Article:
- “Safety is an emergent property of systems”
Crypto Drafts, Curves & Making Web-Scale Impact
Deirdre Connolly of Brightcove presented a standards body-based intro to security. She claimed that if she can do it then you can and should do it. Check out IETF, IRTF and CFRG. They are independent and available to everyone. She then went on to describe the technology behind the RFC that she supported. She explained the improvements Edwards curves have over Weierstrass curves: simpler, faster, and fewer edge cases. Her contribution timeline consisted of joining the mailing list, asking questions for clarification, and then she got acknowledged in the RFC. Anyone can contribute. Lurk on mailing lists, IRC/Jabber, and GitHub. Lots of projects in flight right now, i.e. Let’s Encrypt.
Building Open Source Software for Security
Javier Marcos de Prado of Facebook was one of the creators of osquery. His background had him move from offense (pen testing) to defense. Reasons for open source: accelerates innovations, better software, shared challenges. and proper documentation. Osquery uses 100% native API; no fork execv. Requires secure DevOps! Started on TravisCI but moved to Jenkins after getting lots of OOMing. They ran it all on Mac Minis so they could virtualize OS X. Jenkins is low hanging fruit for pen testers, so how do we secure? Look at all of ways jenkins has been pwned and blacklist them! It’s not the best, but it is a good place to start. Use GitHub Oauth because then you can do MFA through GitHub. Implement CSRF protection (cross-site request forgery). Facebook uses Duo. You probably don’t want to just run every pull request (dry understatement). Consider Doomsday scenario: hiding commit after a pull request has been approved for testing. Always presume you can get compromised, and figure out how fast you can react. They run osquery on osquery – so meta – and then forward logs to ELK – Elasticsearch, Logstash, and Kibana.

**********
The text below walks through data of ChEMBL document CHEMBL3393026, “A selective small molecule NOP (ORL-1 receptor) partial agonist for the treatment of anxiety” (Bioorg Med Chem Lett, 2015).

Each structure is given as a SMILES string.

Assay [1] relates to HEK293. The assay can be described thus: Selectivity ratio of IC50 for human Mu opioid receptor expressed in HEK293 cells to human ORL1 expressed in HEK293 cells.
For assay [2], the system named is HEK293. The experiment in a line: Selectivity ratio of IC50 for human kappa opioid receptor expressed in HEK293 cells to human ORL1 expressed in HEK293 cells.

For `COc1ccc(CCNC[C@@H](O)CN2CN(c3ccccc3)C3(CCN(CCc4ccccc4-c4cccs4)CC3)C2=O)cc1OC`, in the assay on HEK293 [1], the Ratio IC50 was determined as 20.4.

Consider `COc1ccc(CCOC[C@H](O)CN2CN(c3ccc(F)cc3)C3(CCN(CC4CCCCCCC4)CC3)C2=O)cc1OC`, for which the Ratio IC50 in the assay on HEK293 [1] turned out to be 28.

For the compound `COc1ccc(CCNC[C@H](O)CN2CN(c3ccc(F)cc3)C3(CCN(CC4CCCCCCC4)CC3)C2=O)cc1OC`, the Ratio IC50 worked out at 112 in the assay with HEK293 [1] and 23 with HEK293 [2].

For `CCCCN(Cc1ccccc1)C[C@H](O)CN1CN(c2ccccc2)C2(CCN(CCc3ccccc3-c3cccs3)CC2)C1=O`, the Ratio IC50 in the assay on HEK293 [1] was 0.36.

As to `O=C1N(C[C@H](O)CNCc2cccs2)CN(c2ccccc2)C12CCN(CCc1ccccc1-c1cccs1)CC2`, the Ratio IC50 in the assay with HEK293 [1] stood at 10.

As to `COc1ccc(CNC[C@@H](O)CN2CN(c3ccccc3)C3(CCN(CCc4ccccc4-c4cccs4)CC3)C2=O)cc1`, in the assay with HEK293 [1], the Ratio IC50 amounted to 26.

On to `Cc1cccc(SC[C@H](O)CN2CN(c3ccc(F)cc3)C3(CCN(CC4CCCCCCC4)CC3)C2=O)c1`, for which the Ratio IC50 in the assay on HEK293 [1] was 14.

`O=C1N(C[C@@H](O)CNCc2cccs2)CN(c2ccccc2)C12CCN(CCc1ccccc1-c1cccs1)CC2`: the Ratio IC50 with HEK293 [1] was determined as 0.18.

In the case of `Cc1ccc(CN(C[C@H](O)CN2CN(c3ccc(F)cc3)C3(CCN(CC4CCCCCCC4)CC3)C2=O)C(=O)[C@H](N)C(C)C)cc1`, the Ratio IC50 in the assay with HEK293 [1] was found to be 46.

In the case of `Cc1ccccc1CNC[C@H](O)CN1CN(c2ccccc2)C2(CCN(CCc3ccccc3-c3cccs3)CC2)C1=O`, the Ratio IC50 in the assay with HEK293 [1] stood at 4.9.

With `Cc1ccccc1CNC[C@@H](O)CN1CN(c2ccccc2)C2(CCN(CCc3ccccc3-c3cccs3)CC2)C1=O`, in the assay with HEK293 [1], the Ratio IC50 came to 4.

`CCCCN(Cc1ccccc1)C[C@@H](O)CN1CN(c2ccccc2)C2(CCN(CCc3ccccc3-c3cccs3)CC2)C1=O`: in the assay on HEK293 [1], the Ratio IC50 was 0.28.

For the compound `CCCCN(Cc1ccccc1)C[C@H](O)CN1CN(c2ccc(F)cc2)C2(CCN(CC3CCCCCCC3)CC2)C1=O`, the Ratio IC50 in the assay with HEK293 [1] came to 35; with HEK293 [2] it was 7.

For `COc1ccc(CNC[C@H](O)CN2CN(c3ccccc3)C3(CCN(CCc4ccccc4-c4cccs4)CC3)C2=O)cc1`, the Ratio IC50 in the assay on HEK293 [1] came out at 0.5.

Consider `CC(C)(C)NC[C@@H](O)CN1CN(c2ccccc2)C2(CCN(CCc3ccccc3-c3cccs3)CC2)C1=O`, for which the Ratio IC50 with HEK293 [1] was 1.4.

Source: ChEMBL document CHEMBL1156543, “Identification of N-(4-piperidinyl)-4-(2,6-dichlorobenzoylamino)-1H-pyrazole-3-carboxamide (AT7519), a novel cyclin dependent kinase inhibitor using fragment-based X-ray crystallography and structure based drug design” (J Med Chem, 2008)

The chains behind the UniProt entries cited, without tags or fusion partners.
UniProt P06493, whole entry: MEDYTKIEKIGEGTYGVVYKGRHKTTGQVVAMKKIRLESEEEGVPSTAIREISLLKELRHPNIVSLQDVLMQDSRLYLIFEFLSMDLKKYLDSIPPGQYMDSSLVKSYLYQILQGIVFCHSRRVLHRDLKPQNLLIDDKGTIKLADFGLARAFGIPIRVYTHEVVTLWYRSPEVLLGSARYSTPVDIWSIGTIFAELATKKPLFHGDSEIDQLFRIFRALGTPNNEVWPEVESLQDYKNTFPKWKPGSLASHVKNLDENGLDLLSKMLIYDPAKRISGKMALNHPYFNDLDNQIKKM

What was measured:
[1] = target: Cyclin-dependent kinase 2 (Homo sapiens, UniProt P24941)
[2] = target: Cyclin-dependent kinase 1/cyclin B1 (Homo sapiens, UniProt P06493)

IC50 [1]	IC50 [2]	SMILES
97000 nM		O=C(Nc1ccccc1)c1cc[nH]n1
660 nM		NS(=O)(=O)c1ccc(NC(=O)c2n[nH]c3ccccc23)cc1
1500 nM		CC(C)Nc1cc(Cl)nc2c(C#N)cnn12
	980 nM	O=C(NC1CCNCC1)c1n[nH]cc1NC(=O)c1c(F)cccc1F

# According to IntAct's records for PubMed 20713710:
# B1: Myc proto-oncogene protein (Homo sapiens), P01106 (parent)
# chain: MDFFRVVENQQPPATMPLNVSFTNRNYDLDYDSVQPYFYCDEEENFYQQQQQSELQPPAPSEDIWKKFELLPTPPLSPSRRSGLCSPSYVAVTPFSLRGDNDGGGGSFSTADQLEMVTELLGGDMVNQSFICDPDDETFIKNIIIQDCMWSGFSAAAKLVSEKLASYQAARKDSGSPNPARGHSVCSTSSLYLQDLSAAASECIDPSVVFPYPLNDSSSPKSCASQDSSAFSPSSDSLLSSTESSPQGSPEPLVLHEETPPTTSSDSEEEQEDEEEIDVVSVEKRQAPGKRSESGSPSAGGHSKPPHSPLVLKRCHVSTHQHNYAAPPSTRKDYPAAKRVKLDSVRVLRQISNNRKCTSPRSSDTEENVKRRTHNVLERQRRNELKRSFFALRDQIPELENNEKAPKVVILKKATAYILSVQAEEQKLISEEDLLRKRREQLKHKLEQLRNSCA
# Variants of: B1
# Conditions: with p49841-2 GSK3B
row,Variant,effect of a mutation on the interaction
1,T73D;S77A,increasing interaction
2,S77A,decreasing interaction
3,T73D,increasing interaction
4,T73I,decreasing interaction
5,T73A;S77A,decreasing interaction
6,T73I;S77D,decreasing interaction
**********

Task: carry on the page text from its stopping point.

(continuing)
- “You get the Jenkins tiger”
- “This is fine”
- “Everything is urgent then nothing is urgent.”
Rapid Identification and Classification of Mobile Malware
Seth Hardy, Lookout – Types of mobile malware: trojan, ransomware, click fraud. Classify type, family, and variant.
- “My handphone always be malware” – Ted Goats
Improving Code Health with Invariant Detector
Marjori Pomarole of Facebook said their goal is to build tools and frameworks so developers don’t have to think about security. Our failure scenario occurs when evil request occurs on bad code. Everything must go through code review at Facebook, but that doesn’t scale if we require involvement from the security team. There’s also tons of legacy code at Facebook that might have vulnerabilities.
One solution: “Whitehat researchers” and Facebook’s bug bounty program. Their internal solution is Invariant Detector, an automatic approach to look for extraneous behavior. Essentially, it generates rules based on normal traffic. TAO – read-optimized graph data store built at Facebook. Negligible overhead in 100% of rules in Facebook. Then there’s another tool: Configerator. It deploys configurations across all the different web servers. False positives happen, so they have a whitelist that’s maintained. These tools blocked a bunch of stuff and they’re still improving.